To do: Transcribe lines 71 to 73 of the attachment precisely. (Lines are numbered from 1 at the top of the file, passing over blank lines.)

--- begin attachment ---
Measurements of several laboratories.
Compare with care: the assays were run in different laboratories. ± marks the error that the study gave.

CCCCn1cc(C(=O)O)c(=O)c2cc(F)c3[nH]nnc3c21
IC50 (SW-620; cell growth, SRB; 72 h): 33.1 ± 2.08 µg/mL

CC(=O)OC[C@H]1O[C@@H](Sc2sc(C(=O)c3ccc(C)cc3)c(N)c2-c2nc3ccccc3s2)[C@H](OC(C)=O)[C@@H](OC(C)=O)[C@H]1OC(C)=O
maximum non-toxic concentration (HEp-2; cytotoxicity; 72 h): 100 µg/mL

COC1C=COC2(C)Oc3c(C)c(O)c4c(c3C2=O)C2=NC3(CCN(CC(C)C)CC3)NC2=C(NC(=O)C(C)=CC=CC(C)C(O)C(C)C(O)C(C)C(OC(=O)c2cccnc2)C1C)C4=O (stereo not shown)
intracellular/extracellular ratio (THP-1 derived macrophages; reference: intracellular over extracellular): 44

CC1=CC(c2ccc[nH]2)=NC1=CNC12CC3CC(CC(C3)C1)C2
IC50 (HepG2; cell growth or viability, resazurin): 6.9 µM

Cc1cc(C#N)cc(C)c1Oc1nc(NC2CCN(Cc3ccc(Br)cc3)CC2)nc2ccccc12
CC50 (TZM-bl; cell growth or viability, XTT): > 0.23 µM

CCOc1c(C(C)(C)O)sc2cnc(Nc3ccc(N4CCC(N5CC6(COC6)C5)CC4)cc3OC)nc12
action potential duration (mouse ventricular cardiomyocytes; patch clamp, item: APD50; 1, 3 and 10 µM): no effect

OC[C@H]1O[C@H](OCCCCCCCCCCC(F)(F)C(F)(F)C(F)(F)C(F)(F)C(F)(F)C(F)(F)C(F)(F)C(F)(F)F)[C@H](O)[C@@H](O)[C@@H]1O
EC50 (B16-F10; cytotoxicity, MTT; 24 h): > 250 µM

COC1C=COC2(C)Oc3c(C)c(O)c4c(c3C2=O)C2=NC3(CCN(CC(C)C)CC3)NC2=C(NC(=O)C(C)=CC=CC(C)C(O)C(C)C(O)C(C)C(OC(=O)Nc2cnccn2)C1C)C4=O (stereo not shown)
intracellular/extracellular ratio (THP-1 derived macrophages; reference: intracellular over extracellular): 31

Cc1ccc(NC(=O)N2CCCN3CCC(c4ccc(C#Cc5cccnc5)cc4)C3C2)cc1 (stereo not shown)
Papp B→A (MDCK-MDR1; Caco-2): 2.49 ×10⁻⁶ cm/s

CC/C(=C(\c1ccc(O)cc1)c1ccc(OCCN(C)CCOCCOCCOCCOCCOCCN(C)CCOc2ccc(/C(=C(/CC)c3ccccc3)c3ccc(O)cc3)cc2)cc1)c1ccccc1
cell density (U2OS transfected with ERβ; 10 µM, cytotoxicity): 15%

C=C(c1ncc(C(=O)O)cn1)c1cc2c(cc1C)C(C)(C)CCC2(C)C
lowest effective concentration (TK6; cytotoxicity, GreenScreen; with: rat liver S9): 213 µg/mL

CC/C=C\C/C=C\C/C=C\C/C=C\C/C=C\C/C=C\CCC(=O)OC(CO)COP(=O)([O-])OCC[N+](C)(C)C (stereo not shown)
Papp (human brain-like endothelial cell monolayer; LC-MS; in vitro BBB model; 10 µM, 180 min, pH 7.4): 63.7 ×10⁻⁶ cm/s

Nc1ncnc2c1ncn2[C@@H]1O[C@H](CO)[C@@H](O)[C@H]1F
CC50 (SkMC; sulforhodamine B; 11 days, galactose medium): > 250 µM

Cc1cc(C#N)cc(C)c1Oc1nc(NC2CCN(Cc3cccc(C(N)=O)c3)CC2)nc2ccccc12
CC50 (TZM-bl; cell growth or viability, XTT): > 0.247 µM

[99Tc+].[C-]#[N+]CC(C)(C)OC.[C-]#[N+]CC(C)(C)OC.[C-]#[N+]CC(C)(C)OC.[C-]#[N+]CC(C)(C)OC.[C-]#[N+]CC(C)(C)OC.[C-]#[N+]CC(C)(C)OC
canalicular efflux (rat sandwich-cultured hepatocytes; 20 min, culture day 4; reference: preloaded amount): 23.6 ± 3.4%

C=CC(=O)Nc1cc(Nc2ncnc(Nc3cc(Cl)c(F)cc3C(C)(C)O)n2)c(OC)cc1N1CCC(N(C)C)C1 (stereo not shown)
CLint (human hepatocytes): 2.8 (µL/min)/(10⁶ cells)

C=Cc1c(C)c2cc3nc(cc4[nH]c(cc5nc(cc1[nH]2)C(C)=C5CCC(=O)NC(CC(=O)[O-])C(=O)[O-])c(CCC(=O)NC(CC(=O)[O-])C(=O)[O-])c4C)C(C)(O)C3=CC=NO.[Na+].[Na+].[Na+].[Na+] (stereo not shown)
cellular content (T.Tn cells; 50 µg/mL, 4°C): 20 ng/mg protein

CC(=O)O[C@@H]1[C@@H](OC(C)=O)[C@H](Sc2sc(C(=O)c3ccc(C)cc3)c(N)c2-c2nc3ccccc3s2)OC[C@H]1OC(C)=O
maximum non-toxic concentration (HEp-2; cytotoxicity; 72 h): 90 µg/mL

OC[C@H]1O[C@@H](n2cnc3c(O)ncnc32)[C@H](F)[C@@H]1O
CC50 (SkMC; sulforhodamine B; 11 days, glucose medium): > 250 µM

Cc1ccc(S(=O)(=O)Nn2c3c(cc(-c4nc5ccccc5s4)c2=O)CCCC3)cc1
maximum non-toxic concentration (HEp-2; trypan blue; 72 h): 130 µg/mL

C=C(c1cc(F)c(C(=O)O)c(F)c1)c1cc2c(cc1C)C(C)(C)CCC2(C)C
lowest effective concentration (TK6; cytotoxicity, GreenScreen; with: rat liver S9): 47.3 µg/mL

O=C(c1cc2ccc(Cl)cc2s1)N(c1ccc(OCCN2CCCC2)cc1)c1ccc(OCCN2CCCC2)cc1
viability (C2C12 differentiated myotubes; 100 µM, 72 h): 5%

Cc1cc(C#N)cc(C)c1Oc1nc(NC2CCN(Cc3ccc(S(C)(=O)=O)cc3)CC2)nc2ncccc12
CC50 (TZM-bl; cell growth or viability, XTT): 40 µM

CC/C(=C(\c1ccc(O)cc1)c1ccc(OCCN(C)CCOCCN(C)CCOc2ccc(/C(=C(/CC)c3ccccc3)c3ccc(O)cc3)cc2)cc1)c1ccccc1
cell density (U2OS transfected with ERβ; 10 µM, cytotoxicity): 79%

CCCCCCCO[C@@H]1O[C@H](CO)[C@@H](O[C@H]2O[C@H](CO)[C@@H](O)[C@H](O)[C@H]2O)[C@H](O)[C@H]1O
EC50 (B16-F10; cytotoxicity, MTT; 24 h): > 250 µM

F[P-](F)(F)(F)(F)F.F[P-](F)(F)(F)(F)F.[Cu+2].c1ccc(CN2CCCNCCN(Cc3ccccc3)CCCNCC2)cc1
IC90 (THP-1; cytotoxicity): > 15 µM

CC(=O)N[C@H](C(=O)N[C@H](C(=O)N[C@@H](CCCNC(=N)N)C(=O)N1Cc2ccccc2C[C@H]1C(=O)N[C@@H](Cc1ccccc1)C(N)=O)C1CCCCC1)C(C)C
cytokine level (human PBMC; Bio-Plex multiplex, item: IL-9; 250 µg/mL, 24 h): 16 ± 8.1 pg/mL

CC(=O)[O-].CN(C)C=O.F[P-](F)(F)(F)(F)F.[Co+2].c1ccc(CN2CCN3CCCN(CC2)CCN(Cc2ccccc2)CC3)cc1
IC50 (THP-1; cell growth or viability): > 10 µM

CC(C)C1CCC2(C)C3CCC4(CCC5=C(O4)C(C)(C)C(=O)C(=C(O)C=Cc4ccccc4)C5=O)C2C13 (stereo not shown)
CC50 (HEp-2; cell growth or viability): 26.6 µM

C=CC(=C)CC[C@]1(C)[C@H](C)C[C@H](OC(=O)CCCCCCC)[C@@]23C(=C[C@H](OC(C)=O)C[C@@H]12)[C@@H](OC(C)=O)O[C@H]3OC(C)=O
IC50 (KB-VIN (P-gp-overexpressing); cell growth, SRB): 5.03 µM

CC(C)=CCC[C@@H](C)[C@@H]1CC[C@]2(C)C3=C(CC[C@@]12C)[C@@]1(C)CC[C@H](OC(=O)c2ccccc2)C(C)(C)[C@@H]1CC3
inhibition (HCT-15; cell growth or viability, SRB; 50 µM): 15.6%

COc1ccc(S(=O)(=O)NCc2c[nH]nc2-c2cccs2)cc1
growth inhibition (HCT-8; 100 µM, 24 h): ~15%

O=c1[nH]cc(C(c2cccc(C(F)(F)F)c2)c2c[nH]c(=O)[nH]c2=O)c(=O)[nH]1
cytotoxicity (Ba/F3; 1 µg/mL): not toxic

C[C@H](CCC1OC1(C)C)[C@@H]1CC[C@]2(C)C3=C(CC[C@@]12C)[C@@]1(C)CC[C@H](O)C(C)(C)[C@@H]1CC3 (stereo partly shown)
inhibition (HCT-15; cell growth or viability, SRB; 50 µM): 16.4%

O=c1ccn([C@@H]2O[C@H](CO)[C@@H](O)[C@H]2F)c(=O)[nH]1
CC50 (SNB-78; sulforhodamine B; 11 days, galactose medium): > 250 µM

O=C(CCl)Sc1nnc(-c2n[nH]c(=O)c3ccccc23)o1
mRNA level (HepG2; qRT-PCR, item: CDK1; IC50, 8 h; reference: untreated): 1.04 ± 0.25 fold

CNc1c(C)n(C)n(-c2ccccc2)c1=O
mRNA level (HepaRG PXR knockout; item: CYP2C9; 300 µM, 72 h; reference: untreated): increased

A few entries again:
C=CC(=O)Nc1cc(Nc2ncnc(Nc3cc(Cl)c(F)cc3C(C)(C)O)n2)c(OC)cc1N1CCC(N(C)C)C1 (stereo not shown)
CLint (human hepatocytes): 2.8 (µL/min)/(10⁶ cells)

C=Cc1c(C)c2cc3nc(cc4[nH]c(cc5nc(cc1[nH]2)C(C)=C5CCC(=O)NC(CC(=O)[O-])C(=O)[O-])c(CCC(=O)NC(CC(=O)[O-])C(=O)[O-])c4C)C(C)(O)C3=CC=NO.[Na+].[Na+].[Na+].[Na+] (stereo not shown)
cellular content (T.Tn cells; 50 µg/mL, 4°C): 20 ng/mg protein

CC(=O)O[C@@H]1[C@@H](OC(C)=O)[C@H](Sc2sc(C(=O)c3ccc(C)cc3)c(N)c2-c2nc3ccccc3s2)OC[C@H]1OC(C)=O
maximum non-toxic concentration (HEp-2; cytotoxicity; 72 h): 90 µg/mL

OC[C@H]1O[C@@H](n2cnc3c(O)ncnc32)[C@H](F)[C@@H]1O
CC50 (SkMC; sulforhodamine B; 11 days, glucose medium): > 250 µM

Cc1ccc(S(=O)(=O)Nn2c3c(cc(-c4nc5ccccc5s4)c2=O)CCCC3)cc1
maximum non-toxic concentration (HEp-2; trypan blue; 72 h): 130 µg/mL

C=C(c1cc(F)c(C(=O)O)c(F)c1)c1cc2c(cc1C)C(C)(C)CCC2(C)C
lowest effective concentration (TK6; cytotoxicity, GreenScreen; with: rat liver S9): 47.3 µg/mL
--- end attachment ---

O=c1ccn([C@@H]2O[C@H](CO)[C@@H](O)[C@H]2F)c(=O)[nH]1
CC50 (SNB-78; sulforhodamine B; 11 days, galactose medium): > 250 µM

O=C(CCl)Sc1nnc(-c2n[nH]c(=O)c3ccccc23)o1